At a February 15th outreach meeting, the Township presented a design meant to solve concerns over having only one access road into and out of the future inclusionary residential development to be built behind the Pennington ShopRite (aka Zaitz tract).
Residents of Reed, Diverty, and Washington Crossing-Pennington Roads (Rt. 546) voiced opposition with the road’s proposed location and raised other concerns of the project.
The Township will be holding one more outreach meeting, on March 8, 2018 from 7-9pm at the Hopewell Township Municipal Building, for residents to voice their concerns, before formal recommendations are made for the revision of the Township’s Redevelopment Plan. Initial recommendations were presented at the February 26 Township Committee meeting.
Another Access Road Proposed
Besides the road to the Pennington ShopRite, which will be redesigned along with the Route 31 traffic circle, an access road will be built adjacent to the Wells Fargo Bank. Adjacent residents made their objections known, concerned that it would increase an already dangerous and congested traffic area leading to the circle, not to mention making an untenable situation for the inhabitants of Route 546. A design (see figure 1 above) for another access road was conceived by the Township and presented on February 15, 2018 to residents. The location proposed begins at the southern perimeter of the development, intersects with Diverty Road, and ends at the Denow Road jughandle.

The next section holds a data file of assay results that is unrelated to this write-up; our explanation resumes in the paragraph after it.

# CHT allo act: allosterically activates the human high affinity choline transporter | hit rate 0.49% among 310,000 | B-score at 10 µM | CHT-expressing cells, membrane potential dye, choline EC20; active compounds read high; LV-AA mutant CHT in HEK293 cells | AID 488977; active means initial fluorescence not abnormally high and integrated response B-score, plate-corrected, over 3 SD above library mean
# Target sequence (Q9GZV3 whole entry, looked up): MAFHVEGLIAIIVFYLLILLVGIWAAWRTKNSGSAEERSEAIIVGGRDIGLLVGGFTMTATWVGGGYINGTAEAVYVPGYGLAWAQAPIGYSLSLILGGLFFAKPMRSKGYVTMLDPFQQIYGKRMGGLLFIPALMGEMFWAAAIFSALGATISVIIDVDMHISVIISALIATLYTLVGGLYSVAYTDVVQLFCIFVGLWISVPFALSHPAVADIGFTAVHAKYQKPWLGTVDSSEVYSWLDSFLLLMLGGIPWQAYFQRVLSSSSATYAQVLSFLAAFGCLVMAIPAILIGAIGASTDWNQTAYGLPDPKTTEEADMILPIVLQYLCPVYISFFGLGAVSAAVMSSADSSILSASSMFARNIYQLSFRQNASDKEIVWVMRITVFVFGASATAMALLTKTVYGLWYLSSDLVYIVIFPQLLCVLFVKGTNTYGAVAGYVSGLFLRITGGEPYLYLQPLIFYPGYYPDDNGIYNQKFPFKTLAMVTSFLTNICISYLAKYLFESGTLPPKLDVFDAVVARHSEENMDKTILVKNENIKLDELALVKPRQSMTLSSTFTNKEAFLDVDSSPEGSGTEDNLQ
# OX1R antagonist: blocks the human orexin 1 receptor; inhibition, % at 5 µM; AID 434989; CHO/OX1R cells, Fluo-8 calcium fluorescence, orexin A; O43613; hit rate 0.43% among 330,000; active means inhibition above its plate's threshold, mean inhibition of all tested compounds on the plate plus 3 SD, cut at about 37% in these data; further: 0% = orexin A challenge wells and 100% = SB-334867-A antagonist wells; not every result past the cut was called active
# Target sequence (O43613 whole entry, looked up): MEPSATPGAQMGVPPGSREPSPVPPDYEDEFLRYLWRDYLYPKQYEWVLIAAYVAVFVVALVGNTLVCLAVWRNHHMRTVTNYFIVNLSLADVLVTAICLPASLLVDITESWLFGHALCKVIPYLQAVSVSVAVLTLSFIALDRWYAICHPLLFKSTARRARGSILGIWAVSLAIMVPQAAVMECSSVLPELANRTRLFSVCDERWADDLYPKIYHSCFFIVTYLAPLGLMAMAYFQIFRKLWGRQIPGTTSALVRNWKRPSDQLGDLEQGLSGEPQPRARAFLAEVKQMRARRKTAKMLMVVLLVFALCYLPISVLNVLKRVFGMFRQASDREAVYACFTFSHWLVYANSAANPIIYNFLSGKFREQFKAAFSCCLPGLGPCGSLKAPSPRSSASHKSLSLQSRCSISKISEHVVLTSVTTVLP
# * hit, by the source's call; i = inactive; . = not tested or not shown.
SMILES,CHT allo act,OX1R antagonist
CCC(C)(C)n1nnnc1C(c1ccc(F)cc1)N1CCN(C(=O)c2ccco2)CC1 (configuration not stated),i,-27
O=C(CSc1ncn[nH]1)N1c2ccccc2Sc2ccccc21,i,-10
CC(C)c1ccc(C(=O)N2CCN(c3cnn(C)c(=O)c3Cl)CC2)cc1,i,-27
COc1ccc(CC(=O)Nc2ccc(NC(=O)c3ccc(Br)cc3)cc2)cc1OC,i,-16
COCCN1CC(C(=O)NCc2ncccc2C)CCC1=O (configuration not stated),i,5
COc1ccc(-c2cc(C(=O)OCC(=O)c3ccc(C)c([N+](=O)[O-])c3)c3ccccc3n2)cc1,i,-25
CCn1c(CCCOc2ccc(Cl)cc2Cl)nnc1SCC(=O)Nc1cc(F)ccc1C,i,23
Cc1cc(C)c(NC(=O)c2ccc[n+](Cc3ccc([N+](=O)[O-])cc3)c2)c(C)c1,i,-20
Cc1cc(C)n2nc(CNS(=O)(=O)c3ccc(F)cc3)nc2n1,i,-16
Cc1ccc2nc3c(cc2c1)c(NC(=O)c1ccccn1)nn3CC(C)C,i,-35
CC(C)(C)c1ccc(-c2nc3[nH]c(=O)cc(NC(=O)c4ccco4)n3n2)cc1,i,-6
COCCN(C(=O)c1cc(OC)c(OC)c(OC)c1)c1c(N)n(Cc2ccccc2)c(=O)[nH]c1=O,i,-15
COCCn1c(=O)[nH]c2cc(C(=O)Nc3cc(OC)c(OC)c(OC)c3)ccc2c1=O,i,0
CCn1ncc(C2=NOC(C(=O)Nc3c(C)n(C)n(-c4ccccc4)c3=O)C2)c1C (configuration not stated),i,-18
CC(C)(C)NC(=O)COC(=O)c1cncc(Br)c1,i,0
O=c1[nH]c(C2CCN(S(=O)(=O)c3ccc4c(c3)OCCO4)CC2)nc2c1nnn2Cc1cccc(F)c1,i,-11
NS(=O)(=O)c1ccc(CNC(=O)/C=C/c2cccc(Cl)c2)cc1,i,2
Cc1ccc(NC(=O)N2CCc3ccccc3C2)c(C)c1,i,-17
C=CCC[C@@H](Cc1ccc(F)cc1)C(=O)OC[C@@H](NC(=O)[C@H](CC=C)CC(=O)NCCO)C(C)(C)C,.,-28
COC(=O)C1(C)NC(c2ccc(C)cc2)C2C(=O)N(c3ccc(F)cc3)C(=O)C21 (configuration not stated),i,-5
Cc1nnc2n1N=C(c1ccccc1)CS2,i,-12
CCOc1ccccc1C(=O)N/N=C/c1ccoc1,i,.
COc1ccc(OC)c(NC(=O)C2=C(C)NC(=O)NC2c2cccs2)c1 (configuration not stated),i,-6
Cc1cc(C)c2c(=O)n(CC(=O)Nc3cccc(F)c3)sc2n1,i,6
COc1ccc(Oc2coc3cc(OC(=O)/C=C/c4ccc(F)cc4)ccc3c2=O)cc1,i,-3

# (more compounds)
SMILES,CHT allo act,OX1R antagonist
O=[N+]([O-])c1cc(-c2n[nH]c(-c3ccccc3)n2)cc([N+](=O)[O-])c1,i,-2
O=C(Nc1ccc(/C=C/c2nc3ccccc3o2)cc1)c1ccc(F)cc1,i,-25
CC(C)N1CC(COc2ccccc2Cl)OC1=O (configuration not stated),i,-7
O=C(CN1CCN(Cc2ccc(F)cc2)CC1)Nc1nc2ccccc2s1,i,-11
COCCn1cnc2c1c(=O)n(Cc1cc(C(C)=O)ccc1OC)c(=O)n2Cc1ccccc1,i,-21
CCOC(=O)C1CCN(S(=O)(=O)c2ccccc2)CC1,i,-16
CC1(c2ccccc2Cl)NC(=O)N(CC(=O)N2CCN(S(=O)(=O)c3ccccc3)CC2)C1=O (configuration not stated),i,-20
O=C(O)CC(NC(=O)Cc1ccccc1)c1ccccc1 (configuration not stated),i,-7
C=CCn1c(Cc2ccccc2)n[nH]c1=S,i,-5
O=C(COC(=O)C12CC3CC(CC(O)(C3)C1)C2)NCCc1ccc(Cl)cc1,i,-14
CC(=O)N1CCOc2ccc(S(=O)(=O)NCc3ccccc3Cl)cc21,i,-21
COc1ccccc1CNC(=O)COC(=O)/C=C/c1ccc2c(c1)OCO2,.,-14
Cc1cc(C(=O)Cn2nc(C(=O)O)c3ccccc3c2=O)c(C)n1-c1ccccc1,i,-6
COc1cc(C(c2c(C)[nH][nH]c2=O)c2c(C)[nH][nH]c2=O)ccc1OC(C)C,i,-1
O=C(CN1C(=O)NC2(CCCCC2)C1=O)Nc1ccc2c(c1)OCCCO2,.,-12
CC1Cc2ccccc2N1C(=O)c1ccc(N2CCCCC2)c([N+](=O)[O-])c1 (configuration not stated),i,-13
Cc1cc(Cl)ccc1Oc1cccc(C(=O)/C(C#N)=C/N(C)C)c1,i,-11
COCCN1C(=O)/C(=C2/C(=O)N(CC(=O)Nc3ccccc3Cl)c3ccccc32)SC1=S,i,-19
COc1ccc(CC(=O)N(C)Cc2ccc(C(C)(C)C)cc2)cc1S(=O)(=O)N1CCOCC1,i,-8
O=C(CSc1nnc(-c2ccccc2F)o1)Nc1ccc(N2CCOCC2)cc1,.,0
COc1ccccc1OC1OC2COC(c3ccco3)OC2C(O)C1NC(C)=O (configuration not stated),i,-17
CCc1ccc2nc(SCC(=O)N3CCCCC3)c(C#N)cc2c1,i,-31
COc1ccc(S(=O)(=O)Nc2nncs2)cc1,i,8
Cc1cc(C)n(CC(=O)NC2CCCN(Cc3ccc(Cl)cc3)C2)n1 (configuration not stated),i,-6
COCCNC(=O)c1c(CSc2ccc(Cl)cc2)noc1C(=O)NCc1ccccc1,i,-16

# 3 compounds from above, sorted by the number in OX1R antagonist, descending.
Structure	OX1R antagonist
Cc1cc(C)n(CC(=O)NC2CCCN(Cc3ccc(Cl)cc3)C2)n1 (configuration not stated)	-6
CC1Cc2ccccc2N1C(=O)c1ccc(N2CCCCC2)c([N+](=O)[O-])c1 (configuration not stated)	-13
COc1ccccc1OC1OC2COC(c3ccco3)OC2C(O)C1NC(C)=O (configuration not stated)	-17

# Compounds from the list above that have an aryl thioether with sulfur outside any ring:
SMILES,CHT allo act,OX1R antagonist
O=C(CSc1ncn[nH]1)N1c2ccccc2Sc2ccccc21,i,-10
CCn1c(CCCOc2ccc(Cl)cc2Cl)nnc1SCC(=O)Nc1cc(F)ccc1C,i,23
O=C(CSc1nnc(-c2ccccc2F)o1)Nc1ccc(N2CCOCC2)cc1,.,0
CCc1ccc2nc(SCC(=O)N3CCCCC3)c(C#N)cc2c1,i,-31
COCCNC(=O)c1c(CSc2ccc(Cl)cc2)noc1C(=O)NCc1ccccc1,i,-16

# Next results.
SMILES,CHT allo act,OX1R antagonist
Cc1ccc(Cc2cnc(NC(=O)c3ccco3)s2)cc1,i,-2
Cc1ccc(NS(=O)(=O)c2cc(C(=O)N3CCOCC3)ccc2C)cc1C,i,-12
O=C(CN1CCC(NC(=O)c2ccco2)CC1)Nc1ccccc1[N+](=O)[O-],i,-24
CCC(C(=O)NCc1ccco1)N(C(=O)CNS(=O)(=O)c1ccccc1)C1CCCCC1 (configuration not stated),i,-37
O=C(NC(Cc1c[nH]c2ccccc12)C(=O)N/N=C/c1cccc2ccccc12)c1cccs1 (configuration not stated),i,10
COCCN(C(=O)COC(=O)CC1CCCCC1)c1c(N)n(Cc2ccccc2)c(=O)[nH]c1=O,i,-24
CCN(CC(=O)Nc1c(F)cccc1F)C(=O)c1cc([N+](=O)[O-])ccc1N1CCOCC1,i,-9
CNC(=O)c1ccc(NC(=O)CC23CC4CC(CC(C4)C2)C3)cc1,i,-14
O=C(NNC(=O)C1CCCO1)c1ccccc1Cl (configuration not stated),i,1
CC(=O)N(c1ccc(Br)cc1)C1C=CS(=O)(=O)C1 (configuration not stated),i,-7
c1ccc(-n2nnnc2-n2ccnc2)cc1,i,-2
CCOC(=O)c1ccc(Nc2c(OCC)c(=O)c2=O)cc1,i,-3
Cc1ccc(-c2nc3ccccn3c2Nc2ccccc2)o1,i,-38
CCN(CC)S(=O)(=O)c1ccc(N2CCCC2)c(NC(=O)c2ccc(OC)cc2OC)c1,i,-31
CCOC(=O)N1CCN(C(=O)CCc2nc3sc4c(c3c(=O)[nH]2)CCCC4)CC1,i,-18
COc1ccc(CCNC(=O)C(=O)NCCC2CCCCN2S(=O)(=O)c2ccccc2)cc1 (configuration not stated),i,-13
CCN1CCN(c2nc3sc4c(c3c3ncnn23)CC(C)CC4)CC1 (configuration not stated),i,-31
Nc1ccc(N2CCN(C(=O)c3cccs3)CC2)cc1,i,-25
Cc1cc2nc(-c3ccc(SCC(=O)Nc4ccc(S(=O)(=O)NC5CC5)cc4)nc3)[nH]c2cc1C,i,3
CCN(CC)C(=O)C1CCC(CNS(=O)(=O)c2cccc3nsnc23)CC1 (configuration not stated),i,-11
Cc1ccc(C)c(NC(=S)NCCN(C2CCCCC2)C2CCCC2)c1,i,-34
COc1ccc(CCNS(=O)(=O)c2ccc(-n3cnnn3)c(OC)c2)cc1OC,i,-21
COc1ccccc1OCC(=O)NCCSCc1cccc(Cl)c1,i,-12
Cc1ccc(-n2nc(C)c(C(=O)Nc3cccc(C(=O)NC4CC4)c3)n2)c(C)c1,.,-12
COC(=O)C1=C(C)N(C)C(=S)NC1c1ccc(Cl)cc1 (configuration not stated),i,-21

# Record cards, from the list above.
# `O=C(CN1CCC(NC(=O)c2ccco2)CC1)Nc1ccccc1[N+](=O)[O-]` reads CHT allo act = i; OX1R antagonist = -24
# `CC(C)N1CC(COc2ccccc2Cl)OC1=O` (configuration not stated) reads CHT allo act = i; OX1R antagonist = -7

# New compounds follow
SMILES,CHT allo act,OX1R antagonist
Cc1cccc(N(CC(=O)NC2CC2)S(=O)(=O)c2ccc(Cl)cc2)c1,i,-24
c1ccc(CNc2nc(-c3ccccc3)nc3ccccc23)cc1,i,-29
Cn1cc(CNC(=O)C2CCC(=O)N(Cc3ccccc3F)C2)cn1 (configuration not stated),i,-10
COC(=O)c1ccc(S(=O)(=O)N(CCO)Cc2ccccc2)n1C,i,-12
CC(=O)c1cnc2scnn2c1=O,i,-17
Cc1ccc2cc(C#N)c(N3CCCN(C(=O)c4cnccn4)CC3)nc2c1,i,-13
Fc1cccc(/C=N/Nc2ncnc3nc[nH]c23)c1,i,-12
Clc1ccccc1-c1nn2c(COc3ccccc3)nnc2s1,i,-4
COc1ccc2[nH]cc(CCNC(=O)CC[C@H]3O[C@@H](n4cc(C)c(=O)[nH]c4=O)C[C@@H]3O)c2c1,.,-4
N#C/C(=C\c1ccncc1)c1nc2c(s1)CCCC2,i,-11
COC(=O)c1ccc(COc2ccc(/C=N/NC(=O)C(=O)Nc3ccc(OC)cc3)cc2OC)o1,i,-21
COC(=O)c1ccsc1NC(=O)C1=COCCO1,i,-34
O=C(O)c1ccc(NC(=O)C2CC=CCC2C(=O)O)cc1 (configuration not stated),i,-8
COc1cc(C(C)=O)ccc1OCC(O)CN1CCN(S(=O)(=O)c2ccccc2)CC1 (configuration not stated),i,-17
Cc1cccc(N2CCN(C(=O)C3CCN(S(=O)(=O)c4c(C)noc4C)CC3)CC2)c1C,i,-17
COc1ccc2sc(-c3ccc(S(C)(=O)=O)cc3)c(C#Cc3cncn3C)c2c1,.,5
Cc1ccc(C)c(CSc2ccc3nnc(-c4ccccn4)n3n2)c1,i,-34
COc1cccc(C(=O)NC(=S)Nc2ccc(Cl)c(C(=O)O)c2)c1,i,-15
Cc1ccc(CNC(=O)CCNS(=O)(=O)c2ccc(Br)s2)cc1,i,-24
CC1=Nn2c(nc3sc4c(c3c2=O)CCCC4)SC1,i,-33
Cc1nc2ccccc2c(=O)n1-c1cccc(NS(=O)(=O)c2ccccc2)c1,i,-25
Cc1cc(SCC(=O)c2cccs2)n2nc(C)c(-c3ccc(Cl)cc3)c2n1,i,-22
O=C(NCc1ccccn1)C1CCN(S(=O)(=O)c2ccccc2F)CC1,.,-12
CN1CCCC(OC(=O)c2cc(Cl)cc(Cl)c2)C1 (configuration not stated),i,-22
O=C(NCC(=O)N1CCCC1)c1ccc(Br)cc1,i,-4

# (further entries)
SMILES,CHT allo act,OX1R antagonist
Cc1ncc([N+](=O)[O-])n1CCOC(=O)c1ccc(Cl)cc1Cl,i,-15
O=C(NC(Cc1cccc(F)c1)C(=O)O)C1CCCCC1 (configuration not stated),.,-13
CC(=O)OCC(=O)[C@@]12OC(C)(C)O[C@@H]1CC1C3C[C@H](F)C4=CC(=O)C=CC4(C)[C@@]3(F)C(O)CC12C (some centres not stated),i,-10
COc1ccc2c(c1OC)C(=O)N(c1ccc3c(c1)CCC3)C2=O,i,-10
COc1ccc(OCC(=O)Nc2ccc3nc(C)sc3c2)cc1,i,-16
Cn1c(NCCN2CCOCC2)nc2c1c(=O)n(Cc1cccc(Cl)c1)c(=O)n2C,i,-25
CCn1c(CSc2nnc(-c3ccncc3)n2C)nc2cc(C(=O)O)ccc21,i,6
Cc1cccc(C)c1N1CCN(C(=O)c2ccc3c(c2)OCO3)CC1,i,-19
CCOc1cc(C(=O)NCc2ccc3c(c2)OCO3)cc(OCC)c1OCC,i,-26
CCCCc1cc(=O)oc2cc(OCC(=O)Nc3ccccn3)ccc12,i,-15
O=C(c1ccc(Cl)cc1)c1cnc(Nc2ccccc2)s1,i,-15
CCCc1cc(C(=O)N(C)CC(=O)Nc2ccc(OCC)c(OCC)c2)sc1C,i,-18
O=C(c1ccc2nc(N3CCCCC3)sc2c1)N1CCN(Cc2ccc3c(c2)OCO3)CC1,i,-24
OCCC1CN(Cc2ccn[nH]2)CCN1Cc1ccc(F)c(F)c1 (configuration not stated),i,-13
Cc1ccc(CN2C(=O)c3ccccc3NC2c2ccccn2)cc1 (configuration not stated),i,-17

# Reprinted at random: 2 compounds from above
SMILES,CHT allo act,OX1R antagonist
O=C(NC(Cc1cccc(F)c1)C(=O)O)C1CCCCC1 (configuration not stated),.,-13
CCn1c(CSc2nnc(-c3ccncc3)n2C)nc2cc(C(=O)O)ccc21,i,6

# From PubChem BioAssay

Residents of Diverty Road brought up numerous issues with building a “Denow Road Extension”, as it is being referred, that includes concerns about: (1) establishing a “cut-through” from the Route 546 access road to the proposed Denow Road Extension; (2) safety as users of the southern access road might not continue on to the Denow Road Extension, choosing to make right turns on Diverty Road toward Reed Road or make lefts on Diverty Road, a narrow residential road, toward Route 31; and (3) a potential dead-end access at Diverty, if the Township is unable to secure a right-of-way easement from the owner of the property located between Diverty Road and the jug handle.
Much has yet to be done before construction of the Township’s inclusionary residential development begins. The redeveloper must submit a Site Plan consistent with the Township’s Redevelopment Plan, which outlines such restrictions as building number, height, and setback distance. Permitting could take up to two years and construction may not start for 3-5 years, according to the Township. Initial recommendations for Redevelopment Plan changes include fixes for projected issues caused by a Denow Road Extension and many others, and can found on pages 15-20 by clicking here.
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